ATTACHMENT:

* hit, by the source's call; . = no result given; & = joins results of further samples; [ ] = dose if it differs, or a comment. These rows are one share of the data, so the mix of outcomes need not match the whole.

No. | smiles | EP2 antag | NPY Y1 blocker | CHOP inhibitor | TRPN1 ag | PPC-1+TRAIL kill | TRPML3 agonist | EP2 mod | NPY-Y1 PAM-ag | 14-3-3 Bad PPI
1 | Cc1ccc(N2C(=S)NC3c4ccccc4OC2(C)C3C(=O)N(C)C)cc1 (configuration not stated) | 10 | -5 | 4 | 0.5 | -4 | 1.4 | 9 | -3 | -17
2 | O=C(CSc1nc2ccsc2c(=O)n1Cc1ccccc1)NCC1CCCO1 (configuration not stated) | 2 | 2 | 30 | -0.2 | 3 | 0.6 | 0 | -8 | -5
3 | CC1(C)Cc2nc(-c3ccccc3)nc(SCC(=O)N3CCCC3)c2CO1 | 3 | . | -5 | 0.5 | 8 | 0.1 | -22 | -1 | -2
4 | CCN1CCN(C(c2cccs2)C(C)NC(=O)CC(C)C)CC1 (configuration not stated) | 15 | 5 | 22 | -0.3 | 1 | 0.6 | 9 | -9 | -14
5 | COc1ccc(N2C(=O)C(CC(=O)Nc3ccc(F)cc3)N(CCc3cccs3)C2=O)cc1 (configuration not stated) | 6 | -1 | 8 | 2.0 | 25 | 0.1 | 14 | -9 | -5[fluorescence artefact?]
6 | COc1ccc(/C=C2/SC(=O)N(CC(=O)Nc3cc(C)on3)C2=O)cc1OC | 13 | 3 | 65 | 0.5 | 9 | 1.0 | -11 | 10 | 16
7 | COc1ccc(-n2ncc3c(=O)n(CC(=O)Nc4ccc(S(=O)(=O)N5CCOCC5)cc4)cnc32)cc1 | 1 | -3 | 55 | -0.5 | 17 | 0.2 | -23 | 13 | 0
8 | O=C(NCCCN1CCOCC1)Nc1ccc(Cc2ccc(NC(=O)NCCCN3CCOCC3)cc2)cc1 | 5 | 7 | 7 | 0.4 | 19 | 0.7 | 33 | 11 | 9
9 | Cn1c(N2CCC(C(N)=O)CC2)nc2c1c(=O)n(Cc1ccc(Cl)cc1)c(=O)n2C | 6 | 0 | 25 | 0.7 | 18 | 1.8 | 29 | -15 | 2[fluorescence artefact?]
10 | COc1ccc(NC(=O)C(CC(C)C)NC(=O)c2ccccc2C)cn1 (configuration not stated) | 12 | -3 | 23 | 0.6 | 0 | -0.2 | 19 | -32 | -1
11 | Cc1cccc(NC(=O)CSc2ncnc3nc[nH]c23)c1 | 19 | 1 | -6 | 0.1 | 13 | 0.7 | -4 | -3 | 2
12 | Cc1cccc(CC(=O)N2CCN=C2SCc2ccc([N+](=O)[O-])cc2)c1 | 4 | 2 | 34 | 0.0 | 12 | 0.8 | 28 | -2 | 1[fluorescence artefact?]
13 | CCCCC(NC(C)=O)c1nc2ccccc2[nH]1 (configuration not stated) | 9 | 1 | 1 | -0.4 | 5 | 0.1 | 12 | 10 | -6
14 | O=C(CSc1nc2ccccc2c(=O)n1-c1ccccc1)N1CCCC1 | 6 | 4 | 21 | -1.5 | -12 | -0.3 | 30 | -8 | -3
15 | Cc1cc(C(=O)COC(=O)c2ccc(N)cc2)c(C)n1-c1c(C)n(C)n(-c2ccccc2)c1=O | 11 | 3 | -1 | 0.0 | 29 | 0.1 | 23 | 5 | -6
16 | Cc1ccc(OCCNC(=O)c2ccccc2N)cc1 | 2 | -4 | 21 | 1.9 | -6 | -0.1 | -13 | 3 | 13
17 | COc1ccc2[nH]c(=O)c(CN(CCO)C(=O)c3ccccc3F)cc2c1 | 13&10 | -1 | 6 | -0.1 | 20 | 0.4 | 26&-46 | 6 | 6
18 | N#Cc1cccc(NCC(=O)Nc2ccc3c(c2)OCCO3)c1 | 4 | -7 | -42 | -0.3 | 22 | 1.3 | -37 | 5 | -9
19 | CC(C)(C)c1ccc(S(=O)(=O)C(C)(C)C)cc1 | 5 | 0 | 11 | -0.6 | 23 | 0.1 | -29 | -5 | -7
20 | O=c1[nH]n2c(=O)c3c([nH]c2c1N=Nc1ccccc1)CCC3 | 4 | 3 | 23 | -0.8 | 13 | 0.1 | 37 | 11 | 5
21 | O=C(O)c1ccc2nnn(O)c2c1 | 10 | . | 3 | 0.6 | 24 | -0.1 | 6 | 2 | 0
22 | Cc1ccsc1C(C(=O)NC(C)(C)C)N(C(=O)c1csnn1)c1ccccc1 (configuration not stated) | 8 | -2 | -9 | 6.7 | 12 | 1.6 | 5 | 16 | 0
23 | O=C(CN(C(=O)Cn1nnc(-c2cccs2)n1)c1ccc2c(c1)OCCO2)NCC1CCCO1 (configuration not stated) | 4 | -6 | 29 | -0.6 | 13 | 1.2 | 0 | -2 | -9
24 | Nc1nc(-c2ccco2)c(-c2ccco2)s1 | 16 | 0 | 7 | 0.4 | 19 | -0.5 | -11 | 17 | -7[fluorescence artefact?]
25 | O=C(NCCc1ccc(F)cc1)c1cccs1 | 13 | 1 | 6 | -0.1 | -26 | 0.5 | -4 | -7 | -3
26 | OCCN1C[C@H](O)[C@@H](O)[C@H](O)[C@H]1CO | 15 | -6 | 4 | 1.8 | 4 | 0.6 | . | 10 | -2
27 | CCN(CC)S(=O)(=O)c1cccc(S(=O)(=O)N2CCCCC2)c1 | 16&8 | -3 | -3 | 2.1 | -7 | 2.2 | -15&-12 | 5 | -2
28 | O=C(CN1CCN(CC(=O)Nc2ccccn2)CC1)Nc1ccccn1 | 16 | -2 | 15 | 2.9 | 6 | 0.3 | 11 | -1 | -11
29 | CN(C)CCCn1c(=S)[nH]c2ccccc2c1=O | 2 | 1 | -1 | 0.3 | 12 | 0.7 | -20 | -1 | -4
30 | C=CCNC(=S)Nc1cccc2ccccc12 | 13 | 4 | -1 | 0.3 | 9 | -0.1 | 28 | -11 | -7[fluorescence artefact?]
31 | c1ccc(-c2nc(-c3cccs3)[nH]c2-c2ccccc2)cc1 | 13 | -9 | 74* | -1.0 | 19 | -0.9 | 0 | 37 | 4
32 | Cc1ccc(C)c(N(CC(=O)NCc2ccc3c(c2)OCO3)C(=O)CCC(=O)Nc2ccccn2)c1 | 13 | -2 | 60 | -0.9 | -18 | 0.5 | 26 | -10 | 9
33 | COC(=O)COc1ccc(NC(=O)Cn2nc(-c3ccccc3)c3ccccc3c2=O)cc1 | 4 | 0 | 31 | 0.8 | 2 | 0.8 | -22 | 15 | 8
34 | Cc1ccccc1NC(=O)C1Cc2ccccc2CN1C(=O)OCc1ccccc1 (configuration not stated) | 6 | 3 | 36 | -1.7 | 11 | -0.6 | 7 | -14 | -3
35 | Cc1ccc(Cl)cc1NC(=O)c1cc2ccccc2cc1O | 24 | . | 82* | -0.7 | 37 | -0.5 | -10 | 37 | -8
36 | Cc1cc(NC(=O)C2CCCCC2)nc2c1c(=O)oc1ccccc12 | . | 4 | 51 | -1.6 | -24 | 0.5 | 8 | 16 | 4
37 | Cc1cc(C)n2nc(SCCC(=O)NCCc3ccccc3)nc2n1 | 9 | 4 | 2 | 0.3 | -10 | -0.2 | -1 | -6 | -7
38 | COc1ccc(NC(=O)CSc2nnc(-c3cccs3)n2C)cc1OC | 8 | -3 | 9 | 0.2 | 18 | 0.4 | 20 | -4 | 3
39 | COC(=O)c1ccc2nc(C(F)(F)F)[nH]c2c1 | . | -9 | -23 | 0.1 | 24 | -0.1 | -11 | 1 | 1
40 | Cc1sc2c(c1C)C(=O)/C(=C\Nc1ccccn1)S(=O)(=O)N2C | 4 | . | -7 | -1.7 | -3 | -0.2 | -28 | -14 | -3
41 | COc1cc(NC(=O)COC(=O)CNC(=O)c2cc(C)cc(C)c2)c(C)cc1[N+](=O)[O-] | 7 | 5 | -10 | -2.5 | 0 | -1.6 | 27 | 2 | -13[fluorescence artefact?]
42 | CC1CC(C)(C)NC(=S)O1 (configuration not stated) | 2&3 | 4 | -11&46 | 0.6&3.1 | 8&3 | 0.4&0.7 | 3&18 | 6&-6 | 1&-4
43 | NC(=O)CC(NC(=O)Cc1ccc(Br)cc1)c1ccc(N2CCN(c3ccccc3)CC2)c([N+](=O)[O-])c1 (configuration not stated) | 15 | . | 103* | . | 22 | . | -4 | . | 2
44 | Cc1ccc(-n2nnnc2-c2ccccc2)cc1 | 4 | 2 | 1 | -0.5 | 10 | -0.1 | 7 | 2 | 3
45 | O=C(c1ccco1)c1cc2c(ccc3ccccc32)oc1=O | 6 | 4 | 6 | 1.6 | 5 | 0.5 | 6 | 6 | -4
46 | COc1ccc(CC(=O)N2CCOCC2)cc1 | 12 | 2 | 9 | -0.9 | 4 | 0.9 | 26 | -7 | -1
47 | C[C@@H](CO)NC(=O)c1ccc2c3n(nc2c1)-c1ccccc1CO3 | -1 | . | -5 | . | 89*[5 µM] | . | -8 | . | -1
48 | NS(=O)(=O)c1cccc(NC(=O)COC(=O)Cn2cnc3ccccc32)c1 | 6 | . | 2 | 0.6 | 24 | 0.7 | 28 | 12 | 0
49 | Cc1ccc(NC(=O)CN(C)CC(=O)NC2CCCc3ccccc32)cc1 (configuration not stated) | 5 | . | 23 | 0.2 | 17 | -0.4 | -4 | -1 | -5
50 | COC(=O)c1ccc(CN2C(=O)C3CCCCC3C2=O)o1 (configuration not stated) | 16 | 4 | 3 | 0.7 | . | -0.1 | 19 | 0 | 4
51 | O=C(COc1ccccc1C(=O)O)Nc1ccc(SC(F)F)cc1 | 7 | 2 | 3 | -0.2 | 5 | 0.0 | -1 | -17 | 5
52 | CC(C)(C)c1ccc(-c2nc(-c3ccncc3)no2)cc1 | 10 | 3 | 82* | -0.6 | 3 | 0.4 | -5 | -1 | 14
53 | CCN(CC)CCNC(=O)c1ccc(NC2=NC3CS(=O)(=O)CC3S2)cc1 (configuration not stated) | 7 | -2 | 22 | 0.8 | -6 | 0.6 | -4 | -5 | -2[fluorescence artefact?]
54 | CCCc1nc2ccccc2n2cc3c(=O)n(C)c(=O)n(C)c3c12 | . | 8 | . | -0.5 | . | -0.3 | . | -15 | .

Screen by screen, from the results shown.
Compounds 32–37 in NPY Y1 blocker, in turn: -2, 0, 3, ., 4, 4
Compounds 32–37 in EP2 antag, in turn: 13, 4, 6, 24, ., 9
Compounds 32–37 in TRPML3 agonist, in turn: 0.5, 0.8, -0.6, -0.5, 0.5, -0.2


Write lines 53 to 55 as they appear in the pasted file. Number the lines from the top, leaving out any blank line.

51 | O=C(COc1ccccc1C(=O)O)Nc1ccc(SC(F)F)cc1 | 7 | 2 | 3 | -0.2 | 5 | 0.0 | -1 | -17 | 5
52 | CC(C)(C)c1ccc(-c2nc(-c3ccncc3)no2)cc1 | 10 | 3 | 82* | -0.6 | 3 | 0.4 | -5 | -1 | 14
53 | CCN(CC)CCNC(=O)c1ccc(NC2=NC3CS(=O)(=O)CC3S2)cc1 (configuration not stated) | 7 | -2 | 22 | 0.8 | -6 | 0.6 | -4 | -5 | -2[fluorescence artefact?]